I am a firm believer in being a student.
I remember my grandpa telling me when I was 9 years old that:
“If you are not learning something every day son, you are doing yourself a grave injustice and are well on your way to becoming a FOOL!”
The CO, in order to function at maximum capacity, needs to be a student of many things also in order to survive. One of the main ones being Firearms and Ballistics. But going beyond just the facts you might find in the ballistics tables of the Shooters Bible are the sorted tales of the unpredictable behavior of bullets fired in training and combat.
We all have heard stories about richochets, skips, bounces and amazing bullet penetration through various objects and mediums. But I think for the CO to really become a TRUE Rifleman, Shootist or if you prefer the overly verbose nom de guerre; “Practitioner of the Firearm Arts”, they have to be able, with great certainty, to separate URBAN MYTH/ “GUN SHOP” BULLSHIT from REALITY.
This is a subject that for the CO, can serve him equally well either offensively or defensively. Knowing what (to a certain degree) materials or medium a bullet can or cannot penetrate can help both keep the CO alive (through cover) and kill their enemies easier (shooting through concealment). An eon ago, when I started collecting Curio and Relic Firearms, a friend of mine directed me to a fellow Texans web site that he thought I might enjoy; The Box O’ Truth. Upon visiting it however, I soon found out that C&R Weapons was just one of the many topics covered; the main emphasis was ammo penetration testing..very cool discovery!
Since the Box’O Truth is what I consider one of the best REFERENCE websites on the web for ammo penetration, I will leave it to you to peruse their extensive files, and draw your own conclusions about bullet penetration myth and reality. But, I would urge you to donate a few dollars in the process; Don and his Crew at the Box spend a lot of their own time and own money to build the extensive reference site that you and me enjoy every day, let’s help em’ out!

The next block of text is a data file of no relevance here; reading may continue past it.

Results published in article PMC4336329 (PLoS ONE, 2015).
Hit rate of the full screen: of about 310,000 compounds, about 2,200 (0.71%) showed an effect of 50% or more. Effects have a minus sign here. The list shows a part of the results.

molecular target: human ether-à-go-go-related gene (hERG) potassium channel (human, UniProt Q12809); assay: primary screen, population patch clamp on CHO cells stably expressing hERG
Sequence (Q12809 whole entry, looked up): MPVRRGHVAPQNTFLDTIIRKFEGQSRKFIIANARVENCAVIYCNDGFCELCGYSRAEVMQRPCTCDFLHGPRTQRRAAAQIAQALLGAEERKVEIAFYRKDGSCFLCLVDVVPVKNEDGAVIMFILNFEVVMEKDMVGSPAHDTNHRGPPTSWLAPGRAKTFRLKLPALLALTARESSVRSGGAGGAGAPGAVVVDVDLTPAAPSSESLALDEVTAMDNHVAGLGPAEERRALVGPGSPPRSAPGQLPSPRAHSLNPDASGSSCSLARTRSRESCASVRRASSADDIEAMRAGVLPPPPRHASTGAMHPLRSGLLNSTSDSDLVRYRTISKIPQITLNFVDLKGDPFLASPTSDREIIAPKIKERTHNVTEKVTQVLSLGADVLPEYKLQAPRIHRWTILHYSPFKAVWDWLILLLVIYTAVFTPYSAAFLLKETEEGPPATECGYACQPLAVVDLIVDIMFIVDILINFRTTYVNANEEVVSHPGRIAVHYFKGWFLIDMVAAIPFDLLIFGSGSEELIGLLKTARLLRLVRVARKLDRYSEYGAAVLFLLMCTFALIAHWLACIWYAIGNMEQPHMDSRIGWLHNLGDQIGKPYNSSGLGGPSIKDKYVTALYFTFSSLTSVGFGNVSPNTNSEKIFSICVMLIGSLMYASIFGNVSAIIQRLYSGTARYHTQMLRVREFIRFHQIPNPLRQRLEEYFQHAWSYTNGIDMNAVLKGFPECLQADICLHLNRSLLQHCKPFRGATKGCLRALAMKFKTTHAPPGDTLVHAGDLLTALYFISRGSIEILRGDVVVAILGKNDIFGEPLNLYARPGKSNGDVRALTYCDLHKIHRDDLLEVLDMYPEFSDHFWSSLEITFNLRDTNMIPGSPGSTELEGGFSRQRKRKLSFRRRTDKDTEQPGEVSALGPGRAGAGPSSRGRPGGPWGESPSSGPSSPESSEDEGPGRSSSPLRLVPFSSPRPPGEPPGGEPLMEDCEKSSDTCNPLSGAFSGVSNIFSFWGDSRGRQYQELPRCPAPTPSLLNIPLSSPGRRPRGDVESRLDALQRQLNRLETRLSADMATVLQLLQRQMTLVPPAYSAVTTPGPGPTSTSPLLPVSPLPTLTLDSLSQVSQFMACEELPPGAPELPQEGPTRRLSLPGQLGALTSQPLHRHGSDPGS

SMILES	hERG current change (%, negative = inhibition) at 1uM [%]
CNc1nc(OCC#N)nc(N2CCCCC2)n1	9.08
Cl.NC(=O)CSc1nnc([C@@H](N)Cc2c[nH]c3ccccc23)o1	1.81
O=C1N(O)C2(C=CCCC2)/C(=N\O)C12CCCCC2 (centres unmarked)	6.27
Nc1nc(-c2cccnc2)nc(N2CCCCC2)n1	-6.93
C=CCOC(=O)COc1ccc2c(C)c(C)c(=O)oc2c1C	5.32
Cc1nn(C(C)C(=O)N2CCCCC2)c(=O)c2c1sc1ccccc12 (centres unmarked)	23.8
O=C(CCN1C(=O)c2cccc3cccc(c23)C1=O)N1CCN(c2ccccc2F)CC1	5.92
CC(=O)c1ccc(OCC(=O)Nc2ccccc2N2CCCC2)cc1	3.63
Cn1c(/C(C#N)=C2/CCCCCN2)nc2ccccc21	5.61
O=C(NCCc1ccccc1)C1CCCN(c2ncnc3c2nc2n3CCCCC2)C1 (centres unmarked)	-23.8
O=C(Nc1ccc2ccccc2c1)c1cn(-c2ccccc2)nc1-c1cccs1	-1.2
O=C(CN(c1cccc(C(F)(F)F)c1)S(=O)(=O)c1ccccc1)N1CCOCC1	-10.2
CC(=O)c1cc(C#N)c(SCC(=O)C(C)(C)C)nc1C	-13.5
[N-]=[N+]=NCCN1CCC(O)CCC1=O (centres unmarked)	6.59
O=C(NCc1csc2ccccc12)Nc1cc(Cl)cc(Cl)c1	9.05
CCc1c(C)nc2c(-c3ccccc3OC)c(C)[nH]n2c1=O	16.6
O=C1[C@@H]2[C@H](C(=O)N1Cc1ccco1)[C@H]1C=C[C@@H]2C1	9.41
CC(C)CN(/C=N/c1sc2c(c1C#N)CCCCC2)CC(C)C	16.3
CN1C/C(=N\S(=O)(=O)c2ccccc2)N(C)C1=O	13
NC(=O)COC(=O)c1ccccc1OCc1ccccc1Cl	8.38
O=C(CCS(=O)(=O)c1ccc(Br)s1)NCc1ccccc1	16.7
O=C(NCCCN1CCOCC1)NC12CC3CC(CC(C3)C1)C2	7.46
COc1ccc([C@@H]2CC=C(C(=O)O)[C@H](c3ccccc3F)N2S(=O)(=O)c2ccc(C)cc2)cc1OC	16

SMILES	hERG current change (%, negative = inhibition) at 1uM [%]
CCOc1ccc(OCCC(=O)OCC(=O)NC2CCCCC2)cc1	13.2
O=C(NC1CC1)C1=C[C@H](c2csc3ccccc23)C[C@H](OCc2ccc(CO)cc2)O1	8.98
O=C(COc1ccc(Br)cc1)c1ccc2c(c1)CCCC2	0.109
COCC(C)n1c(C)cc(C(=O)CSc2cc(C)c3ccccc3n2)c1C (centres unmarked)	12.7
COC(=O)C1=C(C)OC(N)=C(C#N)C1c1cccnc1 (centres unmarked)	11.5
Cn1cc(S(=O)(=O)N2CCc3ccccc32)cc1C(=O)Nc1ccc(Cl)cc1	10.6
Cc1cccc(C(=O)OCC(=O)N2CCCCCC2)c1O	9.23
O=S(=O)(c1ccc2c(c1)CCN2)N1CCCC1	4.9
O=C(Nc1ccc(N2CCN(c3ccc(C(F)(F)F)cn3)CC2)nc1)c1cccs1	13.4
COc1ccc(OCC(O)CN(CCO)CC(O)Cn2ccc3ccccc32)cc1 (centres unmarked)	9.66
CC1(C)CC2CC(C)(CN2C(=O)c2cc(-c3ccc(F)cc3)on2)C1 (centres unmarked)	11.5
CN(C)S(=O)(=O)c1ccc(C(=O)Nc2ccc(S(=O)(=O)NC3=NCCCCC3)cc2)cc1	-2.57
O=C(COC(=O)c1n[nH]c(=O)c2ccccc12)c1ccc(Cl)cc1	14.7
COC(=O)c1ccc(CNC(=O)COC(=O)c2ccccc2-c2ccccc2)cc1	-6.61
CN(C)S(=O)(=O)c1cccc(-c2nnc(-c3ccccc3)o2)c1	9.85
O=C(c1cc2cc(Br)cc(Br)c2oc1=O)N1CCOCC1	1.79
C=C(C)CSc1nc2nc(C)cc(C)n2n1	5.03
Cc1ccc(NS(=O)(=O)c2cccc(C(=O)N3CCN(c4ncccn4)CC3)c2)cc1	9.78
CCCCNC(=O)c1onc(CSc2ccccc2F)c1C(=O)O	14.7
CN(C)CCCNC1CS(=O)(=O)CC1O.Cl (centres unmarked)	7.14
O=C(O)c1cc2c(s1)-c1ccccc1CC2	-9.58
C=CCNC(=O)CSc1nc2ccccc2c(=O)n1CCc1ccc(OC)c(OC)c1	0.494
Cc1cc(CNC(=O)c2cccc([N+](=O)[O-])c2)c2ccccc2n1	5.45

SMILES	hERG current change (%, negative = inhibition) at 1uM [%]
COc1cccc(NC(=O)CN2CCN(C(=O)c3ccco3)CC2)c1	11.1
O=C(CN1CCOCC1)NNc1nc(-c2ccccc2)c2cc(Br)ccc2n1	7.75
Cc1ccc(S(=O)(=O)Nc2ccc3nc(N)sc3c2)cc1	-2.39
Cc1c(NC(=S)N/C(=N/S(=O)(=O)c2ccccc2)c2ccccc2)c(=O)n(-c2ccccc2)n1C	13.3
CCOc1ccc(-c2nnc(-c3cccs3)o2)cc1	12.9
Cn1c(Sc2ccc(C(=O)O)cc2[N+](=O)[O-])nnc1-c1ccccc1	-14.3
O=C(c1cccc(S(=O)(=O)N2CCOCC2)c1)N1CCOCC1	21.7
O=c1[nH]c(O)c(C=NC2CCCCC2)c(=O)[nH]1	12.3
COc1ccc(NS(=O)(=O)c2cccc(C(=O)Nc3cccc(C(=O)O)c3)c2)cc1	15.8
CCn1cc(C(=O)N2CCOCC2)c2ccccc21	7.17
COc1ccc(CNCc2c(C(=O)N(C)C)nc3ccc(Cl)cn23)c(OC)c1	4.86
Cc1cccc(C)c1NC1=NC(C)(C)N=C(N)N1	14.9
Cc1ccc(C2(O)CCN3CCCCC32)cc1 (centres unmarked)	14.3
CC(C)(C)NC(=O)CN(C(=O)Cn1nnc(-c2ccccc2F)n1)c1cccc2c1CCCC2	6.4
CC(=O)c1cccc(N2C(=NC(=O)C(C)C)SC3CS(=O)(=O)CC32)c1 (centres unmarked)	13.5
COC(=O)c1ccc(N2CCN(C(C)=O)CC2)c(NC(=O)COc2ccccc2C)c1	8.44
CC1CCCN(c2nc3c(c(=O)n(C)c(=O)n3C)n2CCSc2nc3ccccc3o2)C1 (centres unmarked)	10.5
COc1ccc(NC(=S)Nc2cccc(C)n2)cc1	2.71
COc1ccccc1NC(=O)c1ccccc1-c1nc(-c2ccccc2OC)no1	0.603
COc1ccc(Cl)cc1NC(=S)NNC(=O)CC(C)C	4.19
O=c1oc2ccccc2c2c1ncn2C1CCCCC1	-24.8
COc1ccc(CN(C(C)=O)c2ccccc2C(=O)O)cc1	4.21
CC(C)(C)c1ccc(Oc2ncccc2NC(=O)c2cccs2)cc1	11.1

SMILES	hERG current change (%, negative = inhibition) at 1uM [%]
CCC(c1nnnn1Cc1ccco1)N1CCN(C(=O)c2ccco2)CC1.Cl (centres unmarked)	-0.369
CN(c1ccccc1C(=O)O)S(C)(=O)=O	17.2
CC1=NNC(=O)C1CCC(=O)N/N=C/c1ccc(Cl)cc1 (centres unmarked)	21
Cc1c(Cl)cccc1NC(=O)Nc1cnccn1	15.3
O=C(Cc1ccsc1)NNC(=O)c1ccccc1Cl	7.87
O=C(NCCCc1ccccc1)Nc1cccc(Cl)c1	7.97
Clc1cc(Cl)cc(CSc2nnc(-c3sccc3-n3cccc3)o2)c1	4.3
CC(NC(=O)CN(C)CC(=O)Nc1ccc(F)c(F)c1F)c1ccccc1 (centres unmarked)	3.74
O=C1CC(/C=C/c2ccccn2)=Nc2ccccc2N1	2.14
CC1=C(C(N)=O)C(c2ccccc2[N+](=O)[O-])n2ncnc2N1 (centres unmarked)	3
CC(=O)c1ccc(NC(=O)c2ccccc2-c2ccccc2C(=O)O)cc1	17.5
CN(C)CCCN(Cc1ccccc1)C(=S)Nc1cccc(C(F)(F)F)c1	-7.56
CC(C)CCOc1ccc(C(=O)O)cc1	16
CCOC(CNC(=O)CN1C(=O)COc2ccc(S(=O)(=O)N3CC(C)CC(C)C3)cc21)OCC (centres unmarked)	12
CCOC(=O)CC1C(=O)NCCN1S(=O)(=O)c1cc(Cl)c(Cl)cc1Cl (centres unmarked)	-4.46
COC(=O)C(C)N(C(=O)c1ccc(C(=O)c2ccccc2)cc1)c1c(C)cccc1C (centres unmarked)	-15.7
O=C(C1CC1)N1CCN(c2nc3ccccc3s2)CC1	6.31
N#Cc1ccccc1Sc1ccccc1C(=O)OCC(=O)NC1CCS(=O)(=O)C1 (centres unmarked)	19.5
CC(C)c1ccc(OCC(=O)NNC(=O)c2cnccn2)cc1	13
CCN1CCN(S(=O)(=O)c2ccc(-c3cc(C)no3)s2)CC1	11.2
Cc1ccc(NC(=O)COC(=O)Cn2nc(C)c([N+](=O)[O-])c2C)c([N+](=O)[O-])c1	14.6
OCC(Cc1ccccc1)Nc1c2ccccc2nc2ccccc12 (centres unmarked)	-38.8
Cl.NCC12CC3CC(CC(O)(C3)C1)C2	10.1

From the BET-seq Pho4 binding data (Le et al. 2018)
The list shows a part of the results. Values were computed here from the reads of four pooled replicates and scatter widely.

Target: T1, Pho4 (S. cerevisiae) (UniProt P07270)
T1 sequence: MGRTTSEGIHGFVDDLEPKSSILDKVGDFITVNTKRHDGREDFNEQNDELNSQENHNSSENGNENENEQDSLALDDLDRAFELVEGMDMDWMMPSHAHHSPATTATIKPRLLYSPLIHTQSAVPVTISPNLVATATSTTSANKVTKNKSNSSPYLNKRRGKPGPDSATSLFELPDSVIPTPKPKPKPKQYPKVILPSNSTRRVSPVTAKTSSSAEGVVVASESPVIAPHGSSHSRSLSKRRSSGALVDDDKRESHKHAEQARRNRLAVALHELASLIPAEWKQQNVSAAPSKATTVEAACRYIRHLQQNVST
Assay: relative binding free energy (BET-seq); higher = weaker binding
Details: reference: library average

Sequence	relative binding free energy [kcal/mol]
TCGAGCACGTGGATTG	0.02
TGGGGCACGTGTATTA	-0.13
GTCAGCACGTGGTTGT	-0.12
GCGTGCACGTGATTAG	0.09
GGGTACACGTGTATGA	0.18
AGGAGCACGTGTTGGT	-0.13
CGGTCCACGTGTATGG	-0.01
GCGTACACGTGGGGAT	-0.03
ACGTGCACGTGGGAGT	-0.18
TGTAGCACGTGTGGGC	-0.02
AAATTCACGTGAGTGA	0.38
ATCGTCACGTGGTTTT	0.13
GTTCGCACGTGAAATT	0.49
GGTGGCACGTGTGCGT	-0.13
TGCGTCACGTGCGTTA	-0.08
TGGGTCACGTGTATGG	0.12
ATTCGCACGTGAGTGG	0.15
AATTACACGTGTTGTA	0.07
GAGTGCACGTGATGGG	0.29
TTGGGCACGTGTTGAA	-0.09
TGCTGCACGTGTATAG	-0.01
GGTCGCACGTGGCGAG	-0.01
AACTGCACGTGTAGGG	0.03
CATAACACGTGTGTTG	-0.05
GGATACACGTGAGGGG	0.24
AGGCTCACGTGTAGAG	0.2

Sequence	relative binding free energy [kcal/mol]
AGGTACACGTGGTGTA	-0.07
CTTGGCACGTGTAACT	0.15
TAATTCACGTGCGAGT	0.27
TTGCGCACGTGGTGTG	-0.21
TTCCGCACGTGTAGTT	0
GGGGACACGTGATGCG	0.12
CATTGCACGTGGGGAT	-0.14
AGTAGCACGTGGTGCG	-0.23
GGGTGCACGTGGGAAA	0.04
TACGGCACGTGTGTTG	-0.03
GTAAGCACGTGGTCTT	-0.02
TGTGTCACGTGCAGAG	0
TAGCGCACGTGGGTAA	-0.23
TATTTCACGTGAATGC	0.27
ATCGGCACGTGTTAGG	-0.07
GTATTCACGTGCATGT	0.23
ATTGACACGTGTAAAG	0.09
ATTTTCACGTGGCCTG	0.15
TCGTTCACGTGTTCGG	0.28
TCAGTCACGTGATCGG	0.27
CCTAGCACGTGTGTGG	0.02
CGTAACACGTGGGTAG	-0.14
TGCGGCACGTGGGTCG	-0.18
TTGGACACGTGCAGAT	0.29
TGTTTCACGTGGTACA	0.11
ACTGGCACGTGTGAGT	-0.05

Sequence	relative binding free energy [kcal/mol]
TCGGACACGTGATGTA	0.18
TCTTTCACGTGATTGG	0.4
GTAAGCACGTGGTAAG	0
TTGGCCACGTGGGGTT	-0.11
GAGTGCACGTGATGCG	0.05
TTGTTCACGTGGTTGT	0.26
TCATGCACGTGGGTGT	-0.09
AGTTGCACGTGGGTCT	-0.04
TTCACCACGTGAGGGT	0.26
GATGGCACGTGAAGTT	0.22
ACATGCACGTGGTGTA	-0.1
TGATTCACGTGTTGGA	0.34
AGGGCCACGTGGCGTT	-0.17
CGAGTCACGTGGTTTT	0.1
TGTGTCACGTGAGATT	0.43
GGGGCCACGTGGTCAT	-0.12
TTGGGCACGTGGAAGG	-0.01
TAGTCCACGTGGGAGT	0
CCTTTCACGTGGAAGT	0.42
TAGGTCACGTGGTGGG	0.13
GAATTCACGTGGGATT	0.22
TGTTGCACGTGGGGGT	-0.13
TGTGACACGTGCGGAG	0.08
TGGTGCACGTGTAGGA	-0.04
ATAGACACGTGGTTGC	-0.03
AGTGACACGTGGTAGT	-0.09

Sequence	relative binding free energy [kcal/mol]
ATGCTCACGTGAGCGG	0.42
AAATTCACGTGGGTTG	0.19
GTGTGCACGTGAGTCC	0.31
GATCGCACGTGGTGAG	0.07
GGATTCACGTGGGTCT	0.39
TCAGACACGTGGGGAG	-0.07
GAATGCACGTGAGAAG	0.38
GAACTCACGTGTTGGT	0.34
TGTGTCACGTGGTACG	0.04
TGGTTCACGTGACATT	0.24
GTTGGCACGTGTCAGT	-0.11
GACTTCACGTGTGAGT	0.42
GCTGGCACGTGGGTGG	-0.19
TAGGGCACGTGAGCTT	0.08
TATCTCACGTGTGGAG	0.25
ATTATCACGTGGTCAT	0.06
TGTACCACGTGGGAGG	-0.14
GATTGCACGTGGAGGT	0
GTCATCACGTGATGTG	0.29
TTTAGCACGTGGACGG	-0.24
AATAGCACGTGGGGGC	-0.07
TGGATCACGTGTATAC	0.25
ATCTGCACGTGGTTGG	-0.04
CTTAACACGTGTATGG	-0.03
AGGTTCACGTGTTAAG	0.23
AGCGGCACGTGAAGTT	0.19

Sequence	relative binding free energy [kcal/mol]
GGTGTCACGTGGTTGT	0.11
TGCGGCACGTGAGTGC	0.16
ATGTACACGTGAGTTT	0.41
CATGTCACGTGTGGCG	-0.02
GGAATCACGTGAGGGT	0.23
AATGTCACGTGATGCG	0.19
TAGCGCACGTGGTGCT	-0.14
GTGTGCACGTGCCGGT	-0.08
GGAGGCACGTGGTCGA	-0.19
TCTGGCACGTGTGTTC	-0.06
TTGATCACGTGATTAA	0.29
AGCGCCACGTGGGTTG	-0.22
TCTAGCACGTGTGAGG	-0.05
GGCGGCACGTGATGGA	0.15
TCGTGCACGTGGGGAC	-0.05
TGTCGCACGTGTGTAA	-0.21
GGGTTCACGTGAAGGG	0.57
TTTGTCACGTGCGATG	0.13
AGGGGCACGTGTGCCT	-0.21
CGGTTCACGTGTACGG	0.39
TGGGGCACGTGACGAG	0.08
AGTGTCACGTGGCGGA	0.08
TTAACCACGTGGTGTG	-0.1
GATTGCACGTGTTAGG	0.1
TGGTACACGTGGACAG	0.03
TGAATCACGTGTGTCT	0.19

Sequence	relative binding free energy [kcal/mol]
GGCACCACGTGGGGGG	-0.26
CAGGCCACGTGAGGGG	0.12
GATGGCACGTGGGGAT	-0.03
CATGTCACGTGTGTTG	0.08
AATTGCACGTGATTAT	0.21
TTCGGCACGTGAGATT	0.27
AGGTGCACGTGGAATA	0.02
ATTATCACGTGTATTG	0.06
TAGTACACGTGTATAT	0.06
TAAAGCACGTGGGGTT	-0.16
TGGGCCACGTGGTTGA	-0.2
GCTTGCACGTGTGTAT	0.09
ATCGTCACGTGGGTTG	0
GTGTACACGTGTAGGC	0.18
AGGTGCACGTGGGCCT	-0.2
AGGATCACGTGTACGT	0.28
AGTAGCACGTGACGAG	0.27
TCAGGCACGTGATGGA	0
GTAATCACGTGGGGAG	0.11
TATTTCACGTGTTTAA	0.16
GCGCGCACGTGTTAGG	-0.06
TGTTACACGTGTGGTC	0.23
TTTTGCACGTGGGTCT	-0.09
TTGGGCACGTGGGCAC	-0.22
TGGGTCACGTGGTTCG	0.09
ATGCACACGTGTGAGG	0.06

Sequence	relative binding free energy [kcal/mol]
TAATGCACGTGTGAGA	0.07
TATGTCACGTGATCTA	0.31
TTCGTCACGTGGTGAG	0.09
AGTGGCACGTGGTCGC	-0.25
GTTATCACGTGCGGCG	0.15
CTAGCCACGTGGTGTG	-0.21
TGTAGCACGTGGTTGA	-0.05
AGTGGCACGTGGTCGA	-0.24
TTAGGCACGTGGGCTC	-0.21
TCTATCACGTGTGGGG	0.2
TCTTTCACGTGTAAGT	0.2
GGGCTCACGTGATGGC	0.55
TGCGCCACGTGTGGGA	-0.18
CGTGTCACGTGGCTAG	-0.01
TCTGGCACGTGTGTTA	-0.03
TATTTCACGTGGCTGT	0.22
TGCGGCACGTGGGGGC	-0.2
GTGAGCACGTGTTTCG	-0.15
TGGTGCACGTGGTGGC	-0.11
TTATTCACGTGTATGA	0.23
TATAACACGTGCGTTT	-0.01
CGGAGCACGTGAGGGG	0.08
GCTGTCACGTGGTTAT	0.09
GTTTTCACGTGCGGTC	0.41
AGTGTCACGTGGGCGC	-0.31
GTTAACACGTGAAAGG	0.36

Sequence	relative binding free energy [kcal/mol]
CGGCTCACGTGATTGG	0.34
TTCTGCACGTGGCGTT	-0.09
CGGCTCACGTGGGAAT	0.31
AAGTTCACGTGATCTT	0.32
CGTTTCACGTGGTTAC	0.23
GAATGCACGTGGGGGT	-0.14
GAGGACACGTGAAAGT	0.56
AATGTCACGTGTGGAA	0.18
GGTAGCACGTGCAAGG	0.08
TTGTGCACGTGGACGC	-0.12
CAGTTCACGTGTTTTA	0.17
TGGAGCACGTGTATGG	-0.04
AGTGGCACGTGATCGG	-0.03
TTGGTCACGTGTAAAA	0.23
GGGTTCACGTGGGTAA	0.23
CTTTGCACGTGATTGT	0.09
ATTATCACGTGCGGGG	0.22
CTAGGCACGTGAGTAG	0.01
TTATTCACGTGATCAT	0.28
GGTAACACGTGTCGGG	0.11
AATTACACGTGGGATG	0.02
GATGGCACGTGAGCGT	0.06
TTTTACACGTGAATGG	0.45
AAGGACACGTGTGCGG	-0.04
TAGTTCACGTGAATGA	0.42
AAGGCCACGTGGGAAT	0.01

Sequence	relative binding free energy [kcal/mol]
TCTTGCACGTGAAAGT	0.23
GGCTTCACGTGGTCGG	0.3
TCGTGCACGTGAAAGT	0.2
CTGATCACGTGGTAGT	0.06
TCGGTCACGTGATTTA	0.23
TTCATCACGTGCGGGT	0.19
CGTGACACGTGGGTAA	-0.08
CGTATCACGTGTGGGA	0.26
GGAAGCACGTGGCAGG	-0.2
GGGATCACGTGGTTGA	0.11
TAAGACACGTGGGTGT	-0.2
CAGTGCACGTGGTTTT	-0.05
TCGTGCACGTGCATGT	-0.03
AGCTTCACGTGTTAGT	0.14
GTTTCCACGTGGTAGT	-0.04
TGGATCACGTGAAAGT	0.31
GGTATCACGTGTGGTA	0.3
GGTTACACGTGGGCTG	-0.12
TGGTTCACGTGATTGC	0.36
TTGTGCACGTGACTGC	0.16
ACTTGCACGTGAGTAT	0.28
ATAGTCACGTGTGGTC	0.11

I did want to go a little deeper on a couple of materials I think relevant to the CO regarding penetration before moving on from this subject, namely, materials the CO will typically be taking cover behind and/or shooting through during a skirmish; Sheetrock and Vehicle Doors & Glass.
I have used the B.O.T extensive library for my findings, but also included some personal experiences to help the CO draw their own conclusions.
Since sheetrock is used in just about every type of building construction, and most of us have it in our houses, it is a practical material to start with. To make this evaluation easy for you, it SUCKS as far as stopping bullets! B.O.T. tested both 5/8″ and 1/2″ Sheetrock. To answer a common question I hear a lot in training: “Isn’t it true that most all walls in a standard home are insulated? Wouldn’t that make a difference in penetration?” Answer: Only EXTERIOR walls are insulated typically, but, NO, as a general rule, it did not make a difference in the test. The B.O.T boys proved this fact also…see HERE.
The guys also tested Shotgun loads, and the results were similar. Boil it all down and you come up with the same conclusion: Sheetrock SUCKS for Cover!
There is a duality here for the CO. Knowing the above information, The CO definitely needs to train HOW to shoot an intruder (inside a structure) and subtract and/or takeaway the threat of over-penetration. Besides switching to frangible ammo (which we will discuss in a future article), some simple baseline tactics involve knowing your background and changing the shooter’s position prior to the shot. Secondly, armed with the same information along with an in-depth study of how the CO’s particular firearms and defense ammo behave through sheetrock, the CO can now take a shot THROUGH sheetrock with confidence against an intruder, if need be.
A quick note about shooting through sheetrock. Personal Experience has taught me several things on this subject:
Remember your Background! The Number 1 Rule in Firearms Safety, Period!! What is behind the wall you are shooting through (beside the bad guy?) What is behind the room the bad guy is in? If you are working with a team or family members are still present in the house, where are they?
Shoot more than one round..in fact, I would say shoot at least five to six. Bear in mind you are shooting blind, so this is essentially “Recon by Fire”; after you have shot, gauge how effective the rounds were; if you hear movement or if you take return fire, obviously, KEEP SHOOTING! (Typically, a large thud or groan/scream is a good sign you hit your target).
Aim where you want to hit. It has been my experience that sheetrock does not change the trajectory of a bullet that much if any, hollow points included (As the B.O.T confirms).